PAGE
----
Adjacent to the Port of Lewiston's container yard is a 13.9 thousand square meter (150 thousand square foot) distribution facility operated by Inland 465 Warehousing and Distribution. This Port of Lewiston facility has ten truck bays and five bays for rail tracks connecting to both the Union Pacific and Burlington Northern Santa Fe Railroads. Outside and inside storage is provided for paper and forest products, agricultural products, and manufactured goods.

Facilities at the Port of Lewiston distribution facility include 10 truck bays, 5 rail bays (served by Burlington Northern/Santa Fe and Union Pacific). There are also controlled temperature inside and open outside storage for forest and paper products, manufactured goods, and agricultural products in the Port of Lewiston.

The Port of Lewiston started working with US and Canadian companies in 2008 to ship over-sized cargo. Refinery equipment leaves the Port of Lewiston destined for the Kearl Oil Sands in Alberta Canada. Wind-powered generators leave the Port of Lewiston destined for Midwest region of the United States and for coal-fired electrical plants in Wyoming. There are more than 20 acres of storage next to dock facilities for over-sized cargo in the Port of Lewiston.

Adjacent to State Highway 128 connecting with US 12, the Harry Wall Industrial Park is also next to Northport, facilitating intermodal operations. The Port of Lewiston industrial park consists of 117 acres for light to heavy industry.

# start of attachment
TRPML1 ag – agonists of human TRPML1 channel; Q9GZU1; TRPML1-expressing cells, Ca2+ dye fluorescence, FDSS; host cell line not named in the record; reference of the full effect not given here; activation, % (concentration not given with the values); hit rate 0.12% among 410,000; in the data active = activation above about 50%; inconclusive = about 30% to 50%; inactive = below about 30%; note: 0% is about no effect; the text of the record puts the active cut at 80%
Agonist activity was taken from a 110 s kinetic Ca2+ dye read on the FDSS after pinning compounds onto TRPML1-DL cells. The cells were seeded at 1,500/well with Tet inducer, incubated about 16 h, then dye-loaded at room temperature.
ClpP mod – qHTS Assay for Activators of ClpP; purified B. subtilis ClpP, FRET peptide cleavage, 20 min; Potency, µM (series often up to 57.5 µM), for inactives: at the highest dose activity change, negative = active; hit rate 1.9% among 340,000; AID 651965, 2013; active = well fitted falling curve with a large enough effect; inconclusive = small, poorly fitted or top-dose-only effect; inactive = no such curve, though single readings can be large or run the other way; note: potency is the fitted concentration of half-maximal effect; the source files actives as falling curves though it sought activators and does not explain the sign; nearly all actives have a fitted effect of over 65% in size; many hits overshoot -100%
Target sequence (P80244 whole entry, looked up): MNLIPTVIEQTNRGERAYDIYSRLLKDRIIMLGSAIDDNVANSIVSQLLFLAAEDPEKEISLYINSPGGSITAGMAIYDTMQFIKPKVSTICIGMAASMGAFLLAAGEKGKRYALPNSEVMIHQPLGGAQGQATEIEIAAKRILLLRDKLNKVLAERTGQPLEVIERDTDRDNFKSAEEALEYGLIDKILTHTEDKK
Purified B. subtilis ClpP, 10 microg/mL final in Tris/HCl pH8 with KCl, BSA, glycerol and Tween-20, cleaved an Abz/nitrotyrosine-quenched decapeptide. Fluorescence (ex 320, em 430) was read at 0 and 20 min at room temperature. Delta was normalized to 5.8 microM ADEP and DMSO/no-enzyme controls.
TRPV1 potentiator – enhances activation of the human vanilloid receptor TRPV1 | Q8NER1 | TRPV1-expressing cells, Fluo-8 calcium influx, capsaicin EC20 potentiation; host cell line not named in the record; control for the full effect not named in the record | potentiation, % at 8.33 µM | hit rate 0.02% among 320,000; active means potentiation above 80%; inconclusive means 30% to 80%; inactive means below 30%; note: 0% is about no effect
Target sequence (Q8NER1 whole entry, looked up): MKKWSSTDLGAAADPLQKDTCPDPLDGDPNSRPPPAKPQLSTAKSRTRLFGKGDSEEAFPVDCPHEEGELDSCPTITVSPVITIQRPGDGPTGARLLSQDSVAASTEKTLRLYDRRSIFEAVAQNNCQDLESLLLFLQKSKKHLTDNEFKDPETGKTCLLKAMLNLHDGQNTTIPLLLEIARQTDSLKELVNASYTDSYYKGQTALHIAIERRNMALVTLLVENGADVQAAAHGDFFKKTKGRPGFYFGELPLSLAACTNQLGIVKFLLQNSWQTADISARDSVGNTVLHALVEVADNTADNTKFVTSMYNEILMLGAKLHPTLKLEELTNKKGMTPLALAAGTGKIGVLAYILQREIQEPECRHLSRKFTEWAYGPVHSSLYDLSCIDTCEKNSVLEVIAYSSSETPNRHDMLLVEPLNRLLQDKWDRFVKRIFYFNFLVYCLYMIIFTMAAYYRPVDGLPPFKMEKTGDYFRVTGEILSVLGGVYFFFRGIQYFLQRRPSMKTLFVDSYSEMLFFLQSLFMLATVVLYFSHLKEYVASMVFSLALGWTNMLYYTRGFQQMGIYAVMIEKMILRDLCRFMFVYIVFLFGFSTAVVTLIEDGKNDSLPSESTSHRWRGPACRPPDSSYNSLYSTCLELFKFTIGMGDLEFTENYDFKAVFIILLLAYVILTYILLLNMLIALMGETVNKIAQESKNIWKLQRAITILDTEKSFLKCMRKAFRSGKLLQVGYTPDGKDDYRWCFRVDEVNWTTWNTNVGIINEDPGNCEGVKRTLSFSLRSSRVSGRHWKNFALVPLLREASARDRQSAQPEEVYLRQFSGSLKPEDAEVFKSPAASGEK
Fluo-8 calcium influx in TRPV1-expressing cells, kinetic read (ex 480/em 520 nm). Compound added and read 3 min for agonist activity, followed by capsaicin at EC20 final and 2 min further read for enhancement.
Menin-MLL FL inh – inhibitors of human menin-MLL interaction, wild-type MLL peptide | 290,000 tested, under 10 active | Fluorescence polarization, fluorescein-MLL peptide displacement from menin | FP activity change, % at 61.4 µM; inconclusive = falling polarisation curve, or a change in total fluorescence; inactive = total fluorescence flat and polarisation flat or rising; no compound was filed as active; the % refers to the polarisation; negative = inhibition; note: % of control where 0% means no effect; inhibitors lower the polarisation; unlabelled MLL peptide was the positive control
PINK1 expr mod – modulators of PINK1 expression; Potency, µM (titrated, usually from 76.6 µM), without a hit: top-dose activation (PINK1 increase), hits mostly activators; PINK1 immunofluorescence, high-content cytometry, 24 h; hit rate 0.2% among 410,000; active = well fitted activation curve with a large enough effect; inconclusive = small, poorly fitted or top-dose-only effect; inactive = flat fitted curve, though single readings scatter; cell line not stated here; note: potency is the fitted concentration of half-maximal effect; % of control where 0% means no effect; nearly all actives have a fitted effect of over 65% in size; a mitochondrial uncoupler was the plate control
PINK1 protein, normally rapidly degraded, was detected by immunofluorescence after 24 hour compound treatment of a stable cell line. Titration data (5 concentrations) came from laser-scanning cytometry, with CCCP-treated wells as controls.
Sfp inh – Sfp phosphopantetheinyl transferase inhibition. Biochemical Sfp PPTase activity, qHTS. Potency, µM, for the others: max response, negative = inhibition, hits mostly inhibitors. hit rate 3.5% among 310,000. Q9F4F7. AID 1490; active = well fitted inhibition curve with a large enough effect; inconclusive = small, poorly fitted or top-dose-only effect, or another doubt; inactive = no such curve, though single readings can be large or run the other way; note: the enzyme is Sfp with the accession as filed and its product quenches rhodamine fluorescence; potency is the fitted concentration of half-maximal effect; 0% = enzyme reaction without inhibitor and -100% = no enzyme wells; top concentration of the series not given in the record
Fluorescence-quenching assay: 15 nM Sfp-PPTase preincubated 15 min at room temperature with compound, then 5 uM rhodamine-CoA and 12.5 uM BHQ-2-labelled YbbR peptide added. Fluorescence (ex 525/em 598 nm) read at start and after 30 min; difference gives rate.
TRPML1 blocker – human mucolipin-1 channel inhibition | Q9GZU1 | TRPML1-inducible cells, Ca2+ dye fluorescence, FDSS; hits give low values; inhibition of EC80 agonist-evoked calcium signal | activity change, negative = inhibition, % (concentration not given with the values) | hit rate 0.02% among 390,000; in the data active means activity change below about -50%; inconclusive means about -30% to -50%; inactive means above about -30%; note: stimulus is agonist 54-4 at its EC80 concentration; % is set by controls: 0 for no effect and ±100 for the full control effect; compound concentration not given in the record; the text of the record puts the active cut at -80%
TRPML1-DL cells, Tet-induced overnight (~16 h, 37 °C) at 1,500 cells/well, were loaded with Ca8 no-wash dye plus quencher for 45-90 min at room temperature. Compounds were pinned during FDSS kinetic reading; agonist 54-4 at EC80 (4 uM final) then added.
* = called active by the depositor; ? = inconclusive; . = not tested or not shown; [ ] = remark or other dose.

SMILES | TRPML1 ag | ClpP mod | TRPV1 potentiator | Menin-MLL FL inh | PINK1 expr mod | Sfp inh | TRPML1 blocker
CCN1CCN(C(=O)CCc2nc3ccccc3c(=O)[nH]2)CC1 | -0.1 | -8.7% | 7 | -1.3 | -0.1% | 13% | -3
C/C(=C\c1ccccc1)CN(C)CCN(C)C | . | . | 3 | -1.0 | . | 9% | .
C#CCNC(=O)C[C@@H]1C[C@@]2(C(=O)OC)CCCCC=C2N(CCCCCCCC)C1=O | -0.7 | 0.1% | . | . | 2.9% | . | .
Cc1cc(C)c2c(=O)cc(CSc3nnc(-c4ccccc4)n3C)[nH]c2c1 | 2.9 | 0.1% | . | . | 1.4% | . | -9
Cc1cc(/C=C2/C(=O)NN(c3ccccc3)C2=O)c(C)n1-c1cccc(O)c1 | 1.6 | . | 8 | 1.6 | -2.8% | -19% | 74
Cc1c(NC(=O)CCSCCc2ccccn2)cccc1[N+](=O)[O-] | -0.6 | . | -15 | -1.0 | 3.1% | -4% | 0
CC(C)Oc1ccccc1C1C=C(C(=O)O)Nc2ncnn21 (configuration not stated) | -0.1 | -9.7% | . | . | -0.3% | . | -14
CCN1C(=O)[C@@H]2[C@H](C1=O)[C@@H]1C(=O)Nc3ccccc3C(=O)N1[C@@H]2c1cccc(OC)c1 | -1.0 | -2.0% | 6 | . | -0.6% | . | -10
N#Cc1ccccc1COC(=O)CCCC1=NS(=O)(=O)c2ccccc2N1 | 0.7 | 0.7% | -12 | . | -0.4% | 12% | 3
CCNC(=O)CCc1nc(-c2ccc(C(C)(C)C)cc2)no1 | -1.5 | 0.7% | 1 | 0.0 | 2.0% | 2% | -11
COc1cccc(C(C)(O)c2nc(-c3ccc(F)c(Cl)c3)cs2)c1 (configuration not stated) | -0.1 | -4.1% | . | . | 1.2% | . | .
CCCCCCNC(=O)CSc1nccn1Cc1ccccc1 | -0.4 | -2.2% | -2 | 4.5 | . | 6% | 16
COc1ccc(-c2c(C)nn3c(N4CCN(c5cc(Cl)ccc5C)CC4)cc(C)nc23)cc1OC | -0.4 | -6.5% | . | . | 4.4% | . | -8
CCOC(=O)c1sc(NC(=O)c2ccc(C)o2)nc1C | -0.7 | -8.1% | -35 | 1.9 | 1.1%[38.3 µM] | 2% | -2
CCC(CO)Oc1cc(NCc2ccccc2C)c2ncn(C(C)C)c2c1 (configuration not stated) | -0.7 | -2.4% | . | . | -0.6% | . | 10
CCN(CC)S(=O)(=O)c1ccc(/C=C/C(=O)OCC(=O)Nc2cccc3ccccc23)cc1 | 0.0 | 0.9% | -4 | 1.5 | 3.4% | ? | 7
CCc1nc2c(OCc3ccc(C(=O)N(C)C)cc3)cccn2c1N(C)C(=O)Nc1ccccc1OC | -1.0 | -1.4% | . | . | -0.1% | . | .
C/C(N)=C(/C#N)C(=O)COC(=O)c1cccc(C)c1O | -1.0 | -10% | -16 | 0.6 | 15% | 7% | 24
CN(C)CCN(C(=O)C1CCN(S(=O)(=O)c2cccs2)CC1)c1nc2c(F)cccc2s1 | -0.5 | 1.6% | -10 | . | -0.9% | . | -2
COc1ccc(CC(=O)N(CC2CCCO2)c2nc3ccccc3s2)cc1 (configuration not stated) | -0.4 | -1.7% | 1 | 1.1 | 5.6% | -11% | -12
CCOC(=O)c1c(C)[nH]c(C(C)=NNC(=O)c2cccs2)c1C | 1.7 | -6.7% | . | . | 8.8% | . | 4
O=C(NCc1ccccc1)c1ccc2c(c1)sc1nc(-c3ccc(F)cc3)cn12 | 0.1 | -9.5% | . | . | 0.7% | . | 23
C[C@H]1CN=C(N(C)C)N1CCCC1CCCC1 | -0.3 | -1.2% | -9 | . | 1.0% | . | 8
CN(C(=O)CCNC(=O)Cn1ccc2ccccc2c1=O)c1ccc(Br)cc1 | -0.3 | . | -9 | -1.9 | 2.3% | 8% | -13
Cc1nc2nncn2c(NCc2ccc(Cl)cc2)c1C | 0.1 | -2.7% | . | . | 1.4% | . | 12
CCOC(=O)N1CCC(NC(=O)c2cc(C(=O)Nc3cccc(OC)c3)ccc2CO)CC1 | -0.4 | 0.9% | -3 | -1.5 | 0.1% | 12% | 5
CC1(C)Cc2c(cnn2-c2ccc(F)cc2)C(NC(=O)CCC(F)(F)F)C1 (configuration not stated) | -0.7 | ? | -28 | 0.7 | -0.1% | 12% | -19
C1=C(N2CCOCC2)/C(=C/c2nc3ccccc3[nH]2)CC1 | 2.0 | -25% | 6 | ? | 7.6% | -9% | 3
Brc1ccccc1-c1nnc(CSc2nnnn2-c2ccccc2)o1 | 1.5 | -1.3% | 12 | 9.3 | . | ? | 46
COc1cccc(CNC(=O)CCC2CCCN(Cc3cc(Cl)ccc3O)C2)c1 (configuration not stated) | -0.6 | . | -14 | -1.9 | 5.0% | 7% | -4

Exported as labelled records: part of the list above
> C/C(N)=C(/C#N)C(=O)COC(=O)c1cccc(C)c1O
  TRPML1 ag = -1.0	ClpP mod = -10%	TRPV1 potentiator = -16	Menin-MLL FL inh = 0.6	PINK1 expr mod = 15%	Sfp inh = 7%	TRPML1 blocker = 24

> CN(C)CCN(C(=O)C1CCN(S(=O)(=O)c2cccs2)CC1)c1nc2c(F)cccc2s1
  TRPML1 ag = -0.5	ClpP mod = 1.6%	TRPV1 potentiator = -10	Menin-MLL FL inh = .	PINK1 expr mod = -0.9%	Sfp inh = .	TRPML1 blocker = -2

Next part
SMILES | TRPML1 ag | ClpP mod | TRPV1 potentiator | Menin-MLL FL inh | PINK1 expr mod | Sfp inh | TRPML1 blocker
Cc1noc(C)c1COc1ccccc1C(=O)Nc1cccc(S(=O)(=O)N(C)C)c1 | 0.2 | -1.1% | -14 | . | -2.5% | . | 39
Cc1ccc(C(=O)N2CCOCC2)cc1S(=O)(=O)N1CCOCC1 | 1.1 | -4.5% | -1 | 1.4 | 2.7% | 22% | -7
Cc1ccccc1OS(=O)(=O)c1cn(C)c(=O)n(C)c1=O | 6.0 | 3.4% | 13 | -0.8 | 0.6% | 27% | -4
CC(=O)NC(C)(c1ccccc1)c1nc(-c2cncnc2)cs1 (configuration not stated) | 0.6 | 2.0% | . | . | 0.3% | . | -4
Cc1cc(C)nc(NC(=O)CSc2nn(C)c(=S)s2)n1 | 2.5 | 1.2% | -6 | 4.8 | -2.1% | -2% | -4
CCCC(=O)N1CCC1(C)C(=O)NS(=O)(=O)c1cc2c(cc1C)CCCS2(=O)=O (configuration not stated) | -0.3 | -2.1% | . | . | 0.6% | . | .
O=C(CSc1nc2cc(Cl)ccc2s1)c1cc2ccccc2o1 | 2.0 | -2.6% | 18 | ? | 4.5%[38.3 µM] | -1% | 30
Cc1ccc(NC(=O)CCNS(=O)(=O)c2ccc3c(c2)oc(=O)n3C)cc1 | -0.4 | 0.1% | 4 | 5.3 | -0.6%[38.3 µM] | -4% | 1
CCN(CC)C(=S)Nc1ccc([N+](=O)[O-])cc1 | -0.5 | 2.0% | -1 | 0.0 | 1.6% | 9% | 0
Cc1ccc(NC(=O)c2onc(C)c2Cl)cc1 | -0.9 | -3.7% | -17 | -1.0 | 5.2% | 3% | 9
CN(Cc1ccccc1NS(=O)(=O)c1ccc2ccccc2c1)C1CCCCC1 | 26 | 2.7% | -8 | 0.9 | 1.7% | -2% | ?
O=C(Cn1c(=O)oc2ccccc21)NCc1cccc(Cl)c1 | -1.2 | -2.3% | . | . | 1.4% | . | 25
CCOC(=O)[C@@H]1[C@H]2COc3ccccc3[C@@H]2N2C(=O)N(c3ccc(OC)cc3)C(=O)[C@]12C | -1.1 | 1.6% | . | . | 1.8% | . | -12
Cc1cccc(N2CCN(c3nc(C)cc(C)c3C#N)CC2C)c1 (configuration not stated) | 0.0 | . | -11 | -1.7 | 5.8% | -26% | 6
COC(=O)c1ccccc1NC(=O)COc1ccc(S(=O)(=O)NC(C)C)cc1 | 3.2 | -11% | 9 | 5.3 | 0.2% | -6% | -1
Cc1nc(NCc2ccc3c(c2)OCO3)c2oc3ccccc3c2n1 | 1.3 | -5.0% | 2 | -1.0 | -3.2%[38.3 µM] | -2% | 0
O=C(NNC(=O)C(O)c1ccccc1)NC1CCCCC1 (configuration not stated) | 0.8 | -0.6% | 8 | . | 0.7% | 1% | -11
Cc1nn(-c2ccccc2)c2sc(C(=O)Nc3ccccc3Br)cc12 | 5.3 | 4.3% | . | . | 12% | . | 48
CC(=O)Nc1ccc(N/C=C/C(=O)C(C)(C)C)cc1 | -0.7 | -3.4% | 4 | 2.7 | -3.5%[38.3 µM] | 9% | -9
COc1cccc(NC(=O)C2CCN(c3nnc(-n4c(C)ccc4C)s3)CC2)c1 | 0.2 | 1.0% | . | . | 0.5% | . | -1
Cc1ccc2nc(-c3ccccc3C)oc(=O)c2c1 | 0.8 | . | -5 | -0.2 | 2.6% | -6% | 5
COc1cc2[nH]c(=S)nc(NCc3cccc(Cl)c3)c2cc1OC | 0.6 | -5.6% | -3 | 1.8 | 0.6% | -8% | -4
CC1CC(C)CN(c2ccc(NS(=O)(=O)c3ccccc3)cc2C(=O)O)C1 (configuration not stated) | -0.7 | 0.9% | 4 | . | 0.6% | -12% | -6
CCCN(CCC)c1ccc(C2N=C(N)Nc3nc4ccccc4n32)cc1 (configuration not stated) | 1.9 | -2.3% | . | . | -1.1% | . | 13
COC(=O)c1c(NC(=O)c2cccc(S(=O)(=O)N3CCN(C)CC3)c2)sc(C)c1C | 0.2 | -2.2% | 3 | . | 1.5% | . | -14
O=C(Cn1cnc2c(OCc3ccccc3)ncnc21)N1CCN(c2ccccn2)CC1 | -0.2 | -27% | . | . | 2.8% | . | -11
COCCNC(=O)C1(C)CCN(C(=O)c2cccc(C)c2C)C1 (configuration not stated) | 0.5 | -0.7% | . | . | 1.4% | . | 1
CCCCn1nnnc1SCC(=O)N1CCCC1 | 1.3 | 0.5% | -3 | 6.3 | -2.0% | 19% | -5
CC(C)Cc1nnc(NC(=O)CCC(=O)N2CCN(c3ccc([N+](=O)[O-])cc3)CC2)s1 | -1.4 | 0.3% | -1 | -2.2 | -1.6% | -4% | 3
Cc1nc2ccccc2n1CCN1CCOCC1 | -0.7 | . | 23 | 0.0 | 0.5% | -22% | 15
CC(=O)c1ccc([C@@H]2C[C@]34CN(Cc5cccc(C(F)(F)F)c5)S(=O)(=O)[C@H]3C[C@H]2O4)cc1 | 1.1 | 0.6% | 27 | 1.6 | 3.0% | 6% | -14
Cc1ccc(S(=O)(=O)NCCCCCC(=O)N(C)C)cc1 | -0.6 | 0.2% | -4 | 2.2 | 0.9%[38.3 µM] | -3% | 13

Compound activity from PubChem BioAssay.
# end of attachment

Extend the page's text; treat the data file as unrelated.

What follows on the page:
Covering 24 acres, a new business and technology park was constructed to support modern business and technology companies. Planned to expand to 44 acres, the Port of Lewiston worked with the City and Nez Perce County to build infrastructure and utilities for the new park.

The Continental Grain Company owns and operates the Port of Lewiston Elevator Dock. The dock is served by one surface rail track with capacity for six rail cars that connects with the old Camas Prairie Railroad (Burlington Northern Santa Fe). Used to ship grain, this Port of Lewiston dock has ten concrete silos in the rear with capacity for 500 thousand bushels of grain. The Elevator Dock has berthing space of 106.7 meters (350 feet) with alongside depth of 4.3 meters (14 feet) NPE.

The Lewis-Clark Terminal, located at the Port of Lewiston Dock, has two surface tracks with total capacity for 12 rail cars that connect with the Camas Prairie Railroad. Also used to ship grain, the Port of Lewiston's Lewis-Clark Terminal has 28 concrete silos and a steel storage building with capacity for over 5.2 million bushels of grain. The Lewis-Clark dock has berthing space of 106.7 meters (350 feet) with alongside depth of 4.6 meters (15 feet) NPE.

The Longview Fibre Company owns, and the Mountain Fir Chip Company operates the Port of Lewiston Division Dock. Used to ship wood chips and hogged fuel, storage bins at the rear of the dock can store 4.5 thousand BDUs of wood chips. The log processing plant at the rear can store 8.5 million board-feet of logs. The Port of Lewiston's Division Dock has berthing space of 61 meters (200 feet) with alongside depth of 5.8 meters (19 feet) NPE.

The Container Terminal Dock is owned by the Port of Lewiston and operated by Gator Intermodal. One surface track links the terminal to the Camas Prairie Railroad. The Port of Lewiston Container Terminal Dock is used to ship and receive containerized and conventional general cargo, paper products, and lumber. The Port of Lewiston Container Terminal Dock has berthing space of 91.4 meters (300 feet) with alongside depth of 5.5 meters (18 feet) NPE.